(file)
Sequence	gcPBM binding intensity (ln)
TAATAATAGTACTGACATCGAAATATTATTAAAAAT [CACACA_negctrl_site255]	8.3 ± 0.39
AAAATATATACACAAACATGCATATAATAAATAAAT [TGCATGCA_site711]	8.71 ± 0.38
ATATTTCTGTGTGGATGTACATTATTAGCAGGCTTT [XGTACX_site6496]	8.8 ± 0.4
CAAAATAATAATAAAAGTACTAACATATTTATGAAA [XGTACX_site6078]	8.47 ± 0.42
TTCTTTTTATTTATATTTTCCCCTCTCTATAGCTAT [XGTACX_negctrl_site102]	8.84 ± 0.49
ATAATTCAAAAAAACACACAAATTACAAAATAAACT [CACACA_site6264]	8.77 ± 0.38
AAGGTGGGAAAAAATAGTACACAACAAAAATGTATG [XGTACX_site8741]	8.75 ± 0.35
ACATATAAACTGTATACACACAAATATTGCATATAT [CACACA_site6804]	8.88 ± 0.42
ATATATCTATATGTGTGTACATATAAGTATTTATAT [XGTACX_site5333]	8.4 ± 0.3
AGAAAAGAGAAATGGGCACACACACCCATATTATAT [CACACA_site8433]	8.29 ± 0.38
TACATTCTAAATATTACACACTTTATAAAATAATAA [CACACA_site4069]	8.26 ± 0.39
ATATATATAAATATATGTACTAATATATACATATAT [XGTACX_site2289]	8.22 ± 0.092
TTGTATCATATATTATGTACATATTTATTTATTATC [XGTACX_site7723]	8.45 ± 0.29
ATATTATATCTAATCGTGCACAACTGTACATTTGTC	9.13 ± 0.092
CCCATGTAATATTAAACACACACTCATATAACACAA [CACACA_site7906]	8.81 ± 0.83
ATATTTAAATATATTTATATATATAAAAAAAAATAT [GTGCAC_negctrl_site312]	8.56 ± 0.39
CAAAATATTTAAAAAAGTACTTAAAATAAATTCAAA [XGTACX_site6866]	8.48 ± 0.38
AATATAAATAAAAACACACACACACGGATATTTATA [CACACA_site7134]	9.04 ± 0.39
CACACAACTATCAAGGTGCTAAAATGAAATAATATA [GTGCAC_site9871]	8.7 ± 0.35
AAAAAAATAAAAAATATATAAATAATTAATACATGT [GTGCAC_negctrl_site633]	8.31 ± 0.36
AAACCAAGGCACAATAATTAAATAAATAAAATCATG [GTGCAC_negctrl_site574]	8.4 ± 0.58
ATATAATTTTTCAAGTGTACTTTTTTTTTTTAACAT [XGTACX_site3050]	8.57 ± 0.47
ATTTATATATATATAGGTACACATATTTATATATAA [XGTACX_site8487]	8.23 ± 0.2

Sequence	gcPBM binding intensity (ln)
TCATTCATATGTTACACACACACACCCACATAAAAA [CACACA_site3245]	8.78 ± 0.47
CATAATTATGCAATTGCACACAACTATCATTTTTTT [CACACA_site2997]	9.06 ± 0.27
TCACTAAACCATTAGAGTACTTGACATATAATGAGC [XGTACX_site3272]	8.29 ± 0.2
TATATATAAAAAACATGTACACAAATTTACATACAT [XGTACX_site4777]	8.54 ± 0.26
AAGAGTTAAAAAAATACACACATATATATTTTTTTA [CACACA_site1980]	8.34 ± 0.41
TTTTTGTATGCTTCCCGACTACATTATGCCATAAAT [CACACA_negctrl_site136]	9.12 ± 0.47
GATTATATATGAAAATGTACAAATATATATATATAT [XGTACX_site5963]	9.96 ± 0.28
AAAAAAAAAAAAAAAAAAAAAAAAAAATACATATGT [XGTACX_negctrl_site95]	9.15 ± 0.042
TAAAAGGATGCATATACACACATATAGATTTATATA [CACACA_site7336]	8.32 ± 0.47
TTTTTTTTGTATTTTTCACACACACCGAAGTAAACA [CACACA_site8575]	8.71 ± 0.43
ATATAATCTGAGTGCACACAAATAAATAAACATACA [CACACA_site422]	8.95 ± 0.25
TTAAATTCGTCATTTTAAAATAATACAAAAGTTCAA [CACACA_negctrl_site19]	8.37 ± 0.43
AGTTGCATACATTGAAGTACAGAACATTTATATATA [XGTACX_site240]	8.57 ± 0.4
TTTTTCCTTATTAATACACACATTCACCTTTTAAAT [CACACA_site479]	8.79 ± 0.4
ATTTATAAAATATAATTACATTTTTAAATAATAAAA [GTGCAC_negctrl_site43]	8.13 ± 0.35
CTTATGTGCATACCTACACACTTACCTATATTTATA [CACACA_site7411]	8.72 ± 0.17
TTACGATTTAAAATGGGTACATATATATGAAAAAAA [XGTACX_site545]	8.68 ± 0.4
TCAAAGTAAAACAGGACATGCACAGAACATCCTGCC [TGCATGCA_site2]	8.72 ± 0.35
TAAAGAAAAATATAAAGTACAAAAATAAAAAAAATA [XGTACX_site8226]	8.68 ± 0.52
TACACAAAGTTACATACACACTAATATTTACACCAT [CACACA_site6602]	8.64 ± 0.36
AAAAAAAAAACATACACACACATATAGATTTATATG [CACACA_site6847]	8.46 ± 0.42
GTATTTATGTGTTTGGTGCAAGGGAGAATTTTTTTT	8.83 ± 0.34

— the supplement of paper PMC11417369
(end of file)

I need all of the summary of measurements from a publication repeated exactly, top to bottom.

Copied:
Sequence	gcPBM binding intensity (ln)
TAATAATAGTACTGACATCGAAATATTATTAAAAAT [CACACA_negctrl_site255]	8.3 ± 0.39
AAAATATATACACAAACATGCATATAATAAATAAAT [TGCATGCA_site711]	8.71 ± 0.38
ATATTTCTGTGTGGATGTACATTATTAGCAGGCTTT [XGTACX_site6496]	8.8 ± 0.4
CAAAATAATAATAAAAGTACTAACATATTTATGAAA [XGTACX_site6078]	8.47 ± 0.42
TTCTTTTTATTTATATTTTCCCCTCTCTATAGCTAT [XGTACX_negctrl_site102]	8.84 ± 0.49
ATAATTCAAAAAAACACACAAATTACAAAATAAACT [CACACA_site6264]	8.77 ± 0.38
AAGGTGGGAAAAAATAGTACACAACAAAAATGTATG [XGTACX_site8741]	8.75 ± 0.35
ACATATAAACTGTATACACACAAATATTGCATATAT [CACACA_site6804]	8.88 ± 0.42
ATATATCTATATGTGTGTACATATAAGTATTTATAT [XGTACX_site5333]	8.4 ± 0.3
AGAAAAGAGAAATGGGCACACACACCCATATTATAT [CACACA_site8433]	8.29 ± 0.38
TACATTCTAAATATTACACACTTTATAAAATAATAA [CACACA_site4069]	8.26 ± 0.39
ATATATATAAATATATGTACTAATATATACATATAT [XGTACX_site2289]	8.22 ± 0.092
TTGTATCATATATTATGTACATATTTATTTATTATC [XGTACX_site7723]	8.45 ± 0.29
ATATTATATCTAATCGTGCACAACTGTACATTTGTC	9.13 ± 0.092
CCCATGTAATATTAAACACACACTCATATAACACAA [CACACA_site7906]	8.81 ± 0.83
ATATTTAAATATATTTATATATATAAAAAAAAATAT [GTGCAC_negctrl_site312]	8.56 ± 0.39
CAAAATATTTAAAAAAGTACTTAAAATAAATTCAAA [XGTACX_site6866]	8.48 ± 0.38
AATATAAATAAAAACACACACACACGGATATTTATA [CACACA_site7134]	9.04 ± 0.39
CACACAACTATCAAGGTGCTAAAATGAAATAATATA [GTGCAC_site9871]	8.7 ± 0.35
AAAAAAATAAAAAATATATAAATAATTAATACATGT [GTGCAC_negctrl_site633]	8.31 ± 0.36
AAACCAAGGCACAATAATTAAATAAATAAAATCATG [GTGCAC_negctrl_site574]	8.4 ± 0.58
ATATAATTTTTCAAGTGTACTTTTTTTTTTTAACAT [XGTACX_site3050]	8.57 ± 0.47
ATTTATATATATATAGGTACACATATTTATATATAA [XGTACX_site8487]	8.23 ± 0.2

Sequence	gcPBM binding intensity (ln)
TCATTCATATGTTACACACACACACCCACATAAAAA [CACACA_site3245]	8.78 ± 0.47
CATAATTATGCAATTGCACACAACTATCATTTTTTT [CACACA_site2997]	9.06 ± 0.27
TCACTAAACCATTAGAGTACTTGACATATAATGAGC [XGTACX_site3272]	8.29 ± 0.2
TATATATAAAAAACATGTACACAAATTTACATACAT [XGTACX_site4777]	8.54 ± 0.26
AAGAGTTAAAAAAATACACACATATATATTTTTTTA [CACACA_site1980]	8.34 ± 0.41
TTTTTGTATGCTTCCCGACTACATTATGCCATAAAT [CACACA_negctrl_site136]	9.12 ± 0.47
GATTATATATGAAAATGTACAAATATATATATATAT [XGTACX_site5963]	9.96 ± 0.28
AAAAAAAAAAAAAAAAAAAAAAAAAAATACATATGT [XGTACX_negctrl_site95]	9.15 ± 0.042
TAAAAGGATGCATATACACACATATAGATTTATATA [CACACA_site7336]	8.32 ± 0.47
TTTTTTTTGTATTTTTCACACACACCGAAGTAAACA [CACACA_site8575]	8.71 ± 0.43
ATATAATCTGAGTGCACACAAATAAATAAACATACA [CACACA_site422]	8.95 ± 0.25
TTAAATTCGTCATTTTAAAATAATACAAAAGTTCAA [CACACA_negctrl_site19]	8.37 ± 0.43
AGTTGCATACATTGAAGTACAGAACATTTATATATA [XGTACX_site240]	8.57 ± 0.4
TTTTTCCTTATTAATACACACATTCACCTTTTAAAT [CACACA_site479]	8.79 ± 0.4
ATTTATAAAATATAATTACATTTTTAAATAATAAAA [GTGCAC_negctrl_site43]	8.13 ± 0.35
CTTATGTGCATACCTACACACTTACCTATATTTATA [CACACA_site7411]	8.72 ± 0.17
TTACGATTTAAAATGGGTACATATATATGAAAAAAA [XGTACX_site545]	8.68 ± 0.4
TCAAAGTAAAACAGGACATGCACAGAACATCCTGCC [TGCATGCA_site2]	8.72 ± 0.35
TAAAGAAAAATATAAAGTACAAAAATAAAAAAAATA [XGTACX_site8226]	8.68 ± 0.52
TACACAAAGTTACATACACACTAATATTTACACCAT [CACACA_site6602]	8.64 ± 0.36
AAAAAAAAAACATACACACACATATAGATTTATATG [CACACA_site6847]	8.46 ± 0.42
GTATTTATGTGTTTGGTGCAAGGGAGAATTTTTTTT	8.83 ± 0.34

— the supplement of paper PMC11417369